Prayer

O Lord allow me this day to focus on the interior peace that only you can give. Suffer me the strength to resist the temptation of self aggrandizement and carry me to a place of peace. Amen

Busy Monk

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You Need Milk

Abba Abraham told of a man of Scetis who was a scribe and did not eat bread. A brother came to beg him to copy a book. The old man whose spirit was engaged in contemplation, wrote, omitting some phrases and with no punctuation. The brother, taking the book and wishing to punctuate it, noticed that words were missing. So he said to the old man, ‘Abba, there are some phrases missing.’ The old man said to him, ‘Go, and practice first that which is written, then come back and I will write the rest.’

—–sayings of the desert

November 3

The writer of Hebrews tells us, “For though by this time you ought to be teachers, you need someone to teach you again the basic elements of the oracles of God. You need milk, not solid food.” Perhaps the Abba was simply taking the advice of scripture by giving the brother the product he produced. We all have a tendency to want more than we can appropriate or manage in our lives. The demand of our day is – I need it all and I need it now. Our real challenge is to have an understanding of place.

I live in New Orleans which is a very unique place with all sorts of people. One the my favorite hustle lines is , “ I bet you five dollars I can tell you where you got ‘dem’ shoes?”  I can remember the confusion that came upon me when I heard that line for the first time. How ridiculous, I thought, but the answer was so obvious and correct. I had them on my feet and I was in New Orleans, and that’s where I got ‘dem’ shoes.

The same lesson is taught by the Abba. We miss what we have in front of us for demanding more. Let us learn to be mindful of the milk we have been provided, and grow in the spirit everyday.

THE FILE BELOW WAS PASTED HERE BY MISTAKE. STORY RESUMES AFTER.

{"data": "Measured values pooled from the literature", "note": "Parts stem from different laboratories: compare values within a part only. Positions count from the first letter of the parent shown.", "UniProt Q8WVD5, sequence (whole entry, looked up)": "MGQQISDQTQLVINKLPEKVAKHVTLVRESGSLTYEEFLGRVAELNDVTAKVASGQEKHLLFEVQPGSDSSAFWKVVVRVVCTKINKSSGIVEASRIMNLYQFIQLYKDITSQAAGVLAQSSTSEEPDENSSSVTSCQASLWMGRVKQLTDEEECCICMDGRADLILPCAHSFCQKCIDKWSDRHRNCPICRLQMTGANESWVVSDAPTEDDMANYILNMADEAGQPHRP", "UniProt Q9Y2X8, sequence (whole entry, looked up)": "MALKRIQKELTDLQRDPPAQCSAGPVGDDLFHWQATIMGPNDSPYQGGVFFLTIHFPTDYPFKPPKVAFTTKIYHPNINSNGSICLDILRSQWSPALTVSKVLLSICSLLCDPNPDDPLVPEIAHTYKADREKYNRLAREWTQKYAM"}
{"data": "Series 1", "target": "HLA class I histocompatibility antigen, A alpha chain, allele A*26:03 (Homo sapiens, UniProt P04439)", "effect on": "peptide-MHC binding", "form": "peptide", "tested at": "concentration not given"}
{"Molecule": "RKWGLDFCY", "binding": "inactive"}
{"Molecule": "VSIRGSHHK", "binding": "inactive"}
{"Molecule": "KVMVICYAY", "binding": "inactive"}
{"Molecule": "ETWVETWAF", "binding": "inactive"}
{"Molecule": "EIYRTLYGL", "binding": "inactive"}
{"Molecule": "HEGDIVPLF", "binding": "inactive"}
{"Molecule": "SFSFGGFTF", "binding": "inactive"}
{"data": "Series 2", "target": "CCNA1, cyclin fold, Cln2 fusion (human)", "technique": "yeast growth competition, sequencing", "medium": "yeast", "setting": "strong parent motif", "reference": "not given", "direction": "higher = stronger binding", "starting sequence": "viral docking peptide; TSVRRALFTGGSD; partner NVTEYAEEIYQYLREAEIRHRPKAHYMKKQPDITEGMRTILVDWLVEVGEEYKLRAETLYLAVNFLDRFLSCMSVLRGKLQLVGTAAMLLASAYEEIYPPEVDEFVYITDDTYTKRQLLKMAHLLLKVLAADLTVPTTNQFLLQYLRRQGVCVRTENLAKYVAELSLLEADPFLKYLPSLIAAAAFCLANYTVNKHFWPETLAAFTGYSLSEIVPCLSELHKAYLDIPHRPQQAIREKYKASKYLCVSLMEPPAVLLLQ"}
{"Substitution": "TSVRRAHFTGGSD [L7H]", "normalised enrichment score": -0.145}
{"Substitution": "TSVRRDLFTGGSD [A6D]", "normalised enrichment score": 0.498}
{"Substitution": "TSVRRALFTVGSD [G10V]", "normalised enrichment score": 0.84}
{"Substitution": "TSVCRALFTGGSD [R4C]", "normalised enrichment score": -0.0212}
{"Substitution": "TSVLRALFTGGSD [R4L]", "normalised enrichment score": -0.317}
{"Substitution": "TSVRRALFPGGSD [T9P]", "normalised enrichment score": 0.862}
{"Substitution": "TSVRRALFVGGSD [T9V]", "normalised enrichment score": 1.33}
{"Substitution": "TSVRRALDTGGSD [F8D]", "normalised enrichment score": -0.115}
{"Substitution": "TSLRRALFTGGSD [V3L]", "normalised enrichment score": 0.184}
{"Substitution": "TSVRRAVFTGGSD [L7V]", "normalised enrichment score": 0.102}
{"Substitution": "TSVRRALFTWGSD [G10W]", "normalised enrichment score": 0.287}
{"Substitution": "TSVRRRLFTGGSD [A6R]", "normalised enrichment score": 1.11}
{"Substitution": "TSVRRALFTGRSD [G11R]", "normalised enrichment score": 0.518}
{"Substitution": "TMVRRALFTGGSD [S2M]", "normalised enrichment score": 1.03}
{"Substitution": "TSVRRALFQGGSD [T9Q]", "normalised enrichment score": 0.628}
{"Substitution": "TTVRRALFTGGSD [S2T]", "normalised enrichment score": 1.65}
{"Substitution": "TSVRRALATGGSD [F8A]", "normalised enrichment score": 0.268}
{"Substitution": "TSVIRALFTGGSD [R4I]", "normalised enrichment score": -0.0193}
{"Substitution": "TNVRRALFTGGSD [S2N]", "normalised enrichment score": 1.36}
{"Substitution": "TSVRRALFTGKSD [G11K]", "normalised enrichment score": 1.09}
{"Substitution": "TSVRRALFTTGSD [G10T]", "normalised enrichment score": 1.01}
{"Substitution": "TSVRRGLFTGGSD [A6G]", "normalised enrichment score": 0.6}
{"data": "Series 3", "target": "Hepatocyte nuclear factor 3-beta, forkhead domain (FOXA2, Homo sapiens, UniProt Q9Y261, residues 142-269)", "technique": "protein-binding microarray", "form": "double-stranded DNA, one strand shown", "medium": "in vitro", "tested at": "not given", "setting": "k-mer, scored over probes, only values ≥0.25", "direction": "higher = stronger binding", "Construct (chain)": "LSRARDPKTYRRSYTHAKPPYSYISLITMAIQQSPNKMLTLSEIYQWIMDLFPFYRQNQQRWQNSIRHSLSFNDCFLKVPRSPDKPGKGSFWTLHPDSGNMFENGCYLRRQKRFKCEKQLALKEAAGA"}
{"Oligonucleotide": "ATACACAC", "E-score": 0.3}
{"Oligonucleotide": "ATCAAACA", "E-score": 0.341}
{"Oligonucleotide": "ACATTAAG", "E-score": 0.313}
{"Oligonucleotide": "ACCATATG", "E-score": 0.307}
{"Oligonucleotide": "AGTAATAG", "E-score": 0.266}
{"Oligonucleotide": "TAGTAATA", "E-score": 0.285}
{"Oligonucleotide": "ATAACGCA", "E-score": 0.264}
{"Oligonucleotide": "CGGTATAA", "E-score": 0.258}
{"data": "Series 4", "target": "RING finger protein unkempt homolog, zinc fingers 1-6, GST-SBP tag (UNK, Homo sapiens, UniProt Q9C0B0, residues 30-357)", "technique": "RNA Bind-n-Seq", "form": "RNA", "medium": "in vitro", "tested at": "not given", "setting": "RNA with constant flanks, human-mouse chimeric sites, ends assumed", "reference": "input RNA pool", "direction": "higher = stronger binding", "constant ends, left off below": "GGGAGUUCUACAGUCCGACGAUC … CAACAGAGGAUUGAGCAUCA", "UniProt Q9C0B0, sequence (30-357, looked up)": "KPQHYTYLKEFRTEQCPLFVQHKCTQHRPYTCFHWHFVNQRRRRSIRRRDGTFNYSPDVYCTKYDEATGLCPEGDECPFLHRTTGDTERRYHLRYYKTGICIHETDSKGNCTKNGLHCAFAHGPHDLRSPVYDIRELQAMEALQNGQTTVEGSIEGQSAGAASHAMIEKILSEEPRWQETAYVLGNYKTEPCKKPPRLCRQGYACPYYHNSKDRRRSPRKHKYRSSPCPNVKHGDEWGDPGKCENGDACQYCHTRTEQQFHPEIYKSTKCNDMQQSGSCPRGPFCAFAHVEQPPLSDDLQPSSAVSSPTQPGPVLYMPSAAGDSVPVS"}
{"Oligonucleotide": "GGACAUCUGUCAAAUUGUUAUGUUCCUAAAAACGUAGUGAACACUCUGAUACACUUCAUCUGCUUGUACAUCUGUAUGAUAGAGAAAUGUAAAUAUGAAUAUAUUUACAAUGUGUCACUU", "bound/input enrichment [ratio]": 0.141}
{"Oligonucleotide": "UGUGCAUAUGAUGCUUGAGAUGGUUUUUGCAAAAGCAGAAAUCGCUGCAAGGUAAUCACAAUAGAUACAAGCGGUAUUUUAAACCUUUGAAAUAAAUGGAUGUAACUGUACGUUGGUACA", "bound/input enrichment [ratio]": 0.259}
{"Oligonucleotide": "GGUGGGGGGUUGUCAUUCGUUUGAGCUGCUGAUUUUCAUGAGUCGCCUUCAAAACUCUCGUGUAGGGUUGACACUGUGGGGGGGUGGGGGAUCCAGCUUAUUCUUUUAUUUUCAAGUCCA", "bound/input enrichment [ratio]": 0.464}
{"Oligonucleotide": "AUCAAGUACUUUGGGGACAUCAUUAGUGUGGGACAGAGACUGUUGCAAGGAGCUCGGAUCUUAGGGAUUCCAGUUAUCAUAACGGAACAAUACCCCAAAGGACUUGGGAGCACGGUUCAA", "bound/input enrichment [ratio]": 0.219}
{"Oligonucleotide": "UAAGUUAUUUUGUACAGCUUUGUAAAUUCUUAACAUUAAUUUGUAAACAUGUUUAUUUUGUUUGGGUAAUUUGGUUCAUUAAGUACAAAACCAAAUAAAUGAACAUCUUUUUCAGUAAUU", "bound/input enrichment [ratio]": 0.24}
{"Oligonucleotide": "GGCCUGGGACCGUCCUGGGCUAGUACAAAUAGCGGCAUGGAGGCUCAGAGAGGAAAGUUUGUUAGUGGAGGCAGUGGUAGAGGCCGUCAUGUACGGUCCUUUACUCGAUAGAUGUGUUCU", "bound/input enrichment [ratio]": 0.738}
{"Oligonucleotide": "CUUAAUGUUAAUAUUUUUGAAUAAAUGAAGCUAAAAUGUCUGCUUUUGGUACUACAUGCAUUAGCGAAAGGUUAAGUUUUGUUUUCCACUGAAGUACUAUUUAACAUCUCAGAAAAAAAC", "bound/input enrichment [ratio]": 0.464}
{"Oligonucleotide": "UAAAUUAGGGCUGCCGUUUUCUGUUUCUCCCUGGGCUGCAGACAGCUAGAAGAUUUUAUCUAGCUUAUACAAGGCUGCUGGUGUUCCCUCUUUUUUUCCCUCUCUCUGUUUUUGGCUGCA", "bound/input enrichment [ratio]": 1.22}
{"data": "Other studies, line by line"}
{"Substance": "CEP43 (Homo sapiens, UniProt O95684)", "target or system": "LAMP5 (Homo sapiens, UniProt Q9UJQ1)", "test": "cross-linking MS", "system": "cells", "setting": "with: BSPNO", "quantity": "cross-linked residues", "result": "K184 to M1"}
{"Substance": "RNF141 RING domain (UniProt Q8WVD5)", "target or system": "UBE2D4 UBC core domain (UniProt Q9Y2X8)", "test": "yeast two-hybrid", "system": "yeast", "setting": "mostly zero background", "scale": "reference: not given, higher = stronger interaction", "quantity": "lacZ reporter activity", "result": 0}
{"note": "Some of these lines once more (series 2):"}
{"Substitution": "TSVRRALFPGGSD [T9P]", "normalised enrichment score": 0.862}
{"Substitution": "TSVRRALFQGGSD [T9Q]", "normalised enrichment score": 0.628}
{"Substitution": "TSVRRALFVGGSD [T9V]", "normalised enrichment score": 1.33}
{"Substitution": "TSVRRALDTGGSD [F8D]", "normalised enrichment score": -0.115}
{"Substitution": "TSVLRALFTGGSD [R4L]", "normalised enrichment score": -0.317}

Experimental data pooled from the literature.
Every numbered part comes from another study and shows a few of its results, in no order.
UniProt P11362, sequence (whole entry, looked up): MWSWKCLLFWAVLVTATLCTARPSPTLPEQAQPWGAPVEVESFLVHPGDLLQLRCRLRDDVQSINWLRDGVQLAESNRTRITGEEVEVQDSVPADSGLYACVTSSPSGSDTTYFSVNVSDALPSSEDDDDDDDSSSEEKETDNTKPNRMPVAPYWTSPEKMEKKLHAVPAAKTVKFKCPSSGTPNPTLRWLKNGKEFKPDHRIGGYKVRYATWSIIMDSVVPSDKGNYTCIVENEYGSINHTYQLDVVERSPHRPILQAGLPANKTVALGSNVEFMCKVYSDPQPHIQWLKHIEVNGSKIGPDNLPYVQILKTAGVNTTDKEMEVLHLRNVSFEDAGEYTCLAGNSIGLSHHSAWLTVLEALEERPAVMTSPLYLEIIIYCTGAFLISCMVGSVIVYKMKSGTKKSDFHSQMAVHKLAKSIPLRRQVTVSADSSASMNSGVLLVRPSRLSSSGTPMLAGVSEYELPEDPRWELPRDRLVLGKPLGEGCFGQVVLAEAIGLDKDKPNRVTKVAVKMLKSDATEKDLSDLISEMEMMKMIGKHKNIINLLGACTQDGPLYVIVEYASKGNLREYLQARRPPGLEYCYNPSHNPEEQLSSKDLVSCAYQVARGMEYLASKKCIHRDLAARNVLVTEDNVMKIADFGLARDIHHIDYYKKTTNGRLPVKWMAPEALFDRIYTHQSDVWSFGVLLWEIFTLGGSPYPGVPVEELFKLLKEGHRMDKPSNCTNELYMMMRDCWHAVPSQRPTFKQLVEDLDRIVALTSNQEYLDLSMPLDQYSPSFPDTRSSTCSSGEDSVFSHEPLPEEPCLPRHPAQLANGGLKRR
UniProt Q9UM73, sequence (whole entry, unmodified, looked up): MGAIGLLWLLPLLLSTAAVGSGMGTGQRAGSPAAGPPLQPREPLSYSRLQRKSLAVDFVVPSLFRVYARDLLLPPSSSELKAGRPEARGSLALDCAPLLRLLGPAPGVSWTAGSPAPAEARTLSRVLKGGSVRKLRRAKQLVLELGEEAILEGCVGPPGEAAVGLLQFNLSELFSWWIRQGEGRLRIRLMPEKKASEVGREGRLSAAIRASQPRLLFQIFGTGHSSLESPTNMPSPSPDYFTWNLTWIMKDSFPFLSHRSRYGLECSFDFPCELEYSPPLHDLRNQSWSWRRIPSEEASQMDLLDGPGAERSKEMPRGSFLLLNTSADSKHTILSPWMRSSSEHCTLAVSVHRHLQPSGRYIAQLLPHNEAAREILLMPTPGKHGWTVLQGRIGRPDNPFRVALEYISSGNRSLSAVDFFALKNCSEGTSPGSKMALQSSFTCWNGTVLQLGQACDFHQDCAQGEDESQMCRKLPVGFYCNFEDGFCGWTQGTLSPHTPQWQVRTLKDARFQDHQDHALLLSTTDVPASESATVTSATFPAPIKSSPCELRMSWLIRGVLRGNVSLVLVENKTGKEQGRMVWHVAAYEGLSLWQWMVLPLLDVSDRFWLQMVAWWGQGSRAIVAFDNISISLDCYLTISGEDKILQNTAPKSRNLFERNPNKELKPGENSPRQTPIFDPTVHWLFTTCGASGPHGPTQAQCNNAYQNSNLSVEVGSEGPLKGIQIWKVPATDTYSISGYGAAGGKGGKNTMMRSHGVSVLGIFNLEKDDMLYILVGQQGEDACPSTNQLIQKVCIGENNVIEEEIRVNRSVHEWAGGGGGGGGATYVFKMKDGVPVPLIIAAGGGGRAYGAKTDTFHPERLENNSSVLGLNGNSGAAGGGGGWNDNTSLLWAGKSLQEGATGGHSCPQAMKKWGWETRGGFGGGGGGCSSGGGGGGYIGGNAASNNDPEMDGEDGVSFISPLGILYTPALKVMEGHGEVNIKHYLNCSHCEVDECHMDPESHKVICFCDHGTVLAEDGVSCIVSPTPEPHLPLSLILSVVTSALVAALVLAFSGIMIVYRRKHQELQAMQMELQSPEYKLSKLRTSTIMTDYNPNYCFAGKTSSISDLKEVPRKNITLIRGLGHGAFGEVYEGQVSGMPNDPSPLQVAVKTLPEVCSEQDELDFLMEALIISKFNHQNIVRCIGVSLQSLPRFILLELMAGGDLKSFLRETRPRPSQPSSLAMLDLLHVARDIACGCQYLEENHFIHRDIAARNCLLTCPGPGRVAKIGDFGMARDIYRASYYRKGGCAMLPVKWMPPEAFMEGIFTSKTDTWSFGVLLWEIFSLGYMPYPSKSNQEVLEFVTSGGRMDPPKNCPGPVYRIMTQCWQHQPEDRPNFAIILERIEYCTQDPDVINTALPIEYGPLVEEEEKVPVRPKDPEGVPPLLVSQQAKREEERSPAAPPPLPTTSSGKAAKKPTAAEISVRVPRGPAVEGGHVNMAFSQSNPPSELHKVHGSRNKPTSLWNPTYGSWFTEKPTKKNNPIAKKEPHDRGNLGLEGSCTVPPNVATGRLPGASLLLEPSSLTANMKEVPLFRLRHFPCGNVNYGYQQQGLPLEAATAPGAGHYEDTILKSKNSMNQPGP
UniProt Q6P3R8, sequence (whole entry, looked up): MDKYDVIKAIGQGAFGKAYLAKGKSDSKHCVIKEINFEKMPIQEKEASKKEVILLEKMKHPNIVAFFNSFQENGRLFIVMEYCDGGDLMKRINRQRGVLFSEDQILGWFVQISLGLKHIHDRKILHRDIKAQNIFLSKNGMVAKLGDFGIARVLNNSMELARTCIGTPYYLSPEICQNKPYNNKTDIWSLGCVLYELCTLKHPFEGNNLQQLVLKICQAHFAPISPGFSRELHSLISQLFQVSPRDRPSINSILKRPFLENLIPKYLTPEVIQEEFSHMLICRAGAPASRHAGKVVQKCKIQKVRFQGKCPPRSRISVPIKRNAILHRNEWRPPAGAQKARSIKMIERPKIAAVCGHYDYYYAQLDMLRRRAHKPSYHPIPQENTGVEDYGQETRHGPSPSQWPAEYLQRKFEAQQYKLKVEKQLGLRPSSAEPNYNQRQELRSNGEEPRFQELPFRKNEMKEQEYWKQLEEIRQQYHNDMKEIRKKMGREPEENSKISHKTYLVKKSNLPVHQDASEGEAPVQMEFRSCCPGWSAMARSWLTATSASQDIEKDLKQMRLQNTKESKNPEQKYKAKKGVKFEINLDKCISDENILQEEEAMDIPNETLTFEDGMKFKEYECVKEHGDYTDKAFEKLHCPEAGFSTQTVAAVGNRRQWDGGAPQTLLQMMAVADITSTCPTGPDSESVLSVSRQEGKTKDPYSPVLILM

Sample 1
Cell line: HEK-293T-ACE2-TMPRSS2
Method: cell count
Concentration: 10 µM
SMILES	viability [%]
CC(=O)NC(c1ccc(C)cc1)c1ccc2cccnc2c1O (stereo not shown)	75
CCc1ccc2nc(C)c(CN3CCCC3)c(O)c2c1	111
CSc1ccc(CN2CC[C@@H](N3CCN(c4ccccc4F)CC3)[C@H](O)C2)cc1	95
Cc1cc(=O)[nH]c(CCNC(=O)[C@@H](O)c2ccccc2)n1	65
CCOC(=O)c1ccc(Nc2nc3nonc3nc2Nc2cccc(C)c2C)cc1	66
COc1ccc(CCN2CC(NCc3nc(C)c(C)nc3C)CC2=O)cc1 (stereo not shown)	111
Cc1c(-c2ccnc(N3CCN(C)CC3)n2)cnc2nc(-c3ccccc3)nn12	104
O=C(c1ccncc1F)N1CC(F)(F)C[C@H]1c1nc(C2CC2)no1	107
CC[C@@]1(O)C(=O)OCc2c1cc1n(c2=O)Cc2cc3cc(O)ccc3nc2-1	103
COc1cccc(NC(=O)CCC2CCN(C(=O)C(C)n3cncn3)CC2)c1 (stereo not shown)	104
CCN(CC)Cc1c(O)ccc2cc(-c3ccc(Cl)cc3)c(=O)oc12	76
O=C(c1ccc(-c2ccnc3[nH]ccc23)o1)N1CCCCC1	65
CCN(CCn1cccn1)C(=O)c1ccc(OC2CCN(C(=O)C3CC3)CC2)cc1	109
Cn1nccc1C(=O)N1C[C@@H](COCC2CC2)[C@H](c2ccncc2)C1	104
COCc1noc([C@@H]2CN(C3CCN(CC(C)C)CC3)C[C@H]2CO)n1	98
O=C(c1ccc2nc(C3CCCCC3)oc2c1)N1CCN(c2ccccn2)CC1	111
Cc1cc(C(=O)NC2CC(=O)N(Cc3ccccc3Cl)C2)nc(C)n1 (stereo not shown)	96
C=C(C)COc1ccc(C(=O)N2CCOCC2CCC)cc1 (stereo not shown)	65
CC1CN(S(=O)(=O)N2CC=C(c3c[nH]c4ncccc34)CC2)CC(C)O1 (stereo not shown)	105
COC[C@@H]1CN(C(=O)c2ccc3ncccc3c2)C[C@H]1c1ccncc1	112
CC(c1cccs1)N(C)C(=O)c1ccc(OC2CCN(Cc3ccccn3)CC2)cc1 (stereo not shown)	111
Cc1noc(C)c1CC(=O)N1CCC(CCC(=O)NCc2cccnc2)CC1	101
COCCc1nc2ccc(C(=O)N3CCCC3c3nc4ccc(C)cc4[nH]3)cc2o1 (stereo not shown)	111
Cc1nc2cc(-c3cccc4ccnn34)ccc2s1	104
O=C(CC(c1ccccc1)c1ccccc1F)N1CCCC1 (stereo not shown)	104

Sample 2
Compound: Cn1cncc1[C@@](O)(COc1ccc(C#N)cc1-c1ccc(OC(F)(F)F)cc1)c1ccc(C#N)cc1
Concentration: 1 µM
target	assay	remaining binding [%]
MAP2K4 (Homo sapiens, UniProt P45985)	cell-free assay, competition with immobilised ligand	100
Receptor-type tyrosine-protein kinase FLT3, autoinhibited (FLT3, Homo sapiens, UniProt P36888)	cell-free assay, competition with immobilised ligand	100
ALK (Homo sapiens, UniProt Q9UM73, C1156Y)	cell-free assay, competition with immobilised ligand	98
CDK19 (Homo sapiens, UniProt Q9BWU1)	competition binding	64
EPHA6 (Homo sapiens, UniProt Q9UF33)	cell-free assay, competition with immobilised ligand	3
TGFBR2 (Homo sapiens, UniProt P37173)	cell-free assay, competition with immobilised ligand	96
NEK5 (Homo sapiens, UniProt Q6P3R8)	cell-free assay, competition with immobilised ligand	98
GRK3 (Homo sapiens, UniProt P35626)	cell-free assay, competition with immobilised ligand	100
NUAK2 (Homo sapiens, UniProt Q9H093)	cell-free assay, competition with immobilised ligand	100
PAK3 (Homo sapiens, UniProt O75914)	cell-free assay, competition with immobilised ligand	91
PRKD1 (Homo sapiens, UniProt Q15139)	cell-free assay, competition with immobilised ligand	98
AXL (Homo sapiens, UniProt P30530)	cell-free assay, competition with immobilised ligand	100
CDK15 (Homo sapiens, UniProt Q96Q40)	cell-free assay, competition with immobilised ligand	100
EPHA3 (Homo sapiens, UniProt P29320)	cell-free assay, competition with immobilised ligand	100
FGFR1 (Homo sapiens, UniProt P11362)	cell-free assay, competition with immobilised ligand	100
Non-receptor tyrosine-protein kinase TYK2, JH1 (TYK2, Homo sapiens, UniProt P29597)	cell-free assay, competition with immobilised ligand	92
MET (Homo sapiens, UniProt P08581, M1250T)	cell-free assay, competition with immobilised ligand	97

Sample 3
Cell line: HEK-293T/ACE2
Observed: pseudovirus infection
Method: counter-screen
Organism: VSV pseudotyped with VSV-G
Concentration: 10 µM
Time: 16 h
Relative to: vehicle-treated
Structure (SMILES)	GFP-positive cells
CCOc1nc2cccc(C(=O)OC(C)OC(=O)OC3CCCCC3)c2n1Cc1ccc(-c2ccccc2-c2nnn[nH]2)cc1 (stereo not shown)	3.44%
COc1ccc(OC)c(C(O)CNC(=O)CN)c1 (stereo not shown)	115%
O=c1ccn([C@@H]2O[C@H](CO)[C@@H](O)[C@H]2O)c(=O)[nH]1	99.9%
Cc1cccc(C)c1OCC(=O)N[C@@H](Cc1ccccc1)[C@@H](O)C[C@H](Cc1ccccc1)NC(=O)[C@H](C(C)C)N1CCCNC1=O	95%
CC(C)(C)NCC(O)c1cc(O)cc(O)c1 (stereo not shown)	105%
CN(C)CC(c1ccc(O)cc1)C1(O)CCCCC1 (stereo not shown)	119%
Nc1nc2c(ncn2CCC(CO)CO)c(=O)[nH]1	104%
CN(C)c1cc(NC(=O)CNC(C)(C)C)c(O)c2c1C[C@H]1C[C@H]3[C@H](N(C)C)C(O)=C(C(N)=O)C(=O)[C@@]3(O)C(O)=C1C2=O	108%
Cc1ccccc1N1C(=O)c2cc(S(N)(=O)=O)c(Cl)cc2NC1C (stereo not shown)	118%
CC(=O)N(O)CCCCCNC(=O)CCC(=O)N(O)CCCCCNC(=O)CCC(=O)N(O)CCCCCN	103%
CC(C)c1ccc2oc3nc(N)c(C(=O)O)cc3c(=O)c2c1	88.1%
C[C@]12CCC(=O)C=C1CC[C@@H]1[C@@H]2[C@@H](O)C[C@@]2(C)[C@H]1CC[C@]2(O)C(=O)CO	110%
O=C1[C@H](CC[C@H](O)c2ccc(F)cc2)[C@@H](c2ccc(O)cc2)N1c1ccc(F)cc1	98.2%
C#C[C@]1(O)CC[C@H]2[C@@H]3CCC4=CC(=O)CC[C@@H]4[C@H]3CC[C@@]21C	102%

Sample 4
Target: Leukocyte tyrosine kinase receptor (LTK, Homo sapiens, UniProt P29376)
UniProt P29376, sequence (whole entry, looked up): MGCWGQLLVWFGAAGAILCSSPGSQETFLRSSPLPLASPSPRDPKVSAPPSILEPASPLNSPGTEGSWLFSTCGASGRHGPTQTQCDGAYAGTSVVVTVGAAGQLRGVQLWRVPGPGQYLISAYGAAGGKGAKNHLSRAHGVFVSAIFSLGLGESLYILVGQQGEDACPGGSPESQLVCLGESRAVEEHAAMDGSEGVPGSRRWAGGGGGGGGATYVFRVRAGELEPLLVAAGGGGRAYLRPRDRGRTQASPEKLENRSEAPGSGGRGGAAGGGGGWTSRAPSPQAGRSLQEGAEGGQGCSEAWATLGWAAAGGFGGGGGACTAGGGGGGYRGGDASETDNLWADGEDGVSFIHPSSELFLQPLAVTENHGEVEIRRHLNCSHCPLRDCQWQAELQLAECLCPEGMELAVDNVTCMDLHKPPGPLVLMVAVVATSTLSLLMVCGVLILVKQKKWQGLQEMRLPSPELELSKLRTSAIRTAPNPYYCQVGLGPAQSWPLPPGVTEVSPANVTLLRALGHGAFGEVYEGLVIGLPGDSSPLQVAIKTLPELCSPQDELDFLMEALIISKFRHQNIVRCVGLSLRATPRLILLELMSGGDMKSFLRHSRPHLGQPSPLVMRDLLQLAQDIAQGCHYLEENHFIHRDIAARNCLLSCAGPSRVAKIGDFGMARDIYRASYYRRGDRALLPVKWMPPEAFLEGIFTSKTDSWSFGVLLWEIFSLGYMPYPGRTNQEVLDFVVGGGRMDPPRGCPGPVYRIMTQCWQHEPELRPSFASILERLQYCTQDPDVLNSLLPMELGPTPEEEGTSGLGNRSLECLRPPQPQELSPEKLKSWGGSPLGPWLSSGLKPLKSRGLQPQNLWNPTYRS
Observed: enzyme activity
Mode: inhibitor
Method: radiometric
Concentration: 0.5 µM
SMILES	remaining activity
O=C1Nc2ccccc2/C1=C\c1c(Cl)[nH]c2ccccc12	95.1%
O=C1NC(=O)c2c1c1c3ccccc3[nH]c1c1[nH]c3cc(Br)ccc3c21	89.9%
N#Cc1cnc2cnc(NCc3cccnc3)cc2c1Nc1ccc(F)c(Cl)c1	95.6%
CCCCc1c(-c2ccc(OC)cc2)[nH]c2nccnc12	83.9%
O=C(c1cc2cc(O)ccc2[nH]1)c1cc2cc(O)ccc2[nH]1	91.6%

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Who Could be the Messiah?

 I heard a story recently about a Russian Monastery that was dying and declining. The brothers were growing old, many had died. The villagers had stopped coming to visit the monastery. Young men were no longer interested in dedicated themselves to the Monastic order. This decline led to worry and the loss of hope led to bitterness. In desperation the abbot went to visit an old hermit we had heard about. He hoped that the old man might have some wisdom. The abbot arrived after a long journey and explained their problem to the hermit. The hermit prayed for the abbot but said nothing more. The two men sat in silence for a very long time and the abbot patiently waited to hear some word of hope – a blessing, a prophecy, just something simple to try. Finally the abbot could abide the silence no longer and he begged the hermit for an answer. The hermit replied, “I’m sorry, but there really isn’t anything I have to tell you. I don’t know what the future holds for the monastery. I am sorry – oh, but there is this – I believe that the Messiah is in your midst.” The Messiah?, thought the abbot. Among us at the monastery. He rushed back and reported the unexpected news and the brothers began to question, “Who is it?” “Who among us is the Messiah?” Surely not Bro. Nicolaus, he gripes too much. Surely not Bro. Stavros, he is so whiney. But what if …? And on it went.

And in time as the brothers began to suppose that any one of them could be the Messiah, they began to treat each other with respect and kindness and love. That spirit extended into the village and rumors of the Messiah’s presence continued so that everyone began to wonder if their neighbor might be the Messiah. And though no one was ever identified as the Messiah, the monastery was thriving and the village was blessed and young men devoted themselves to the faith.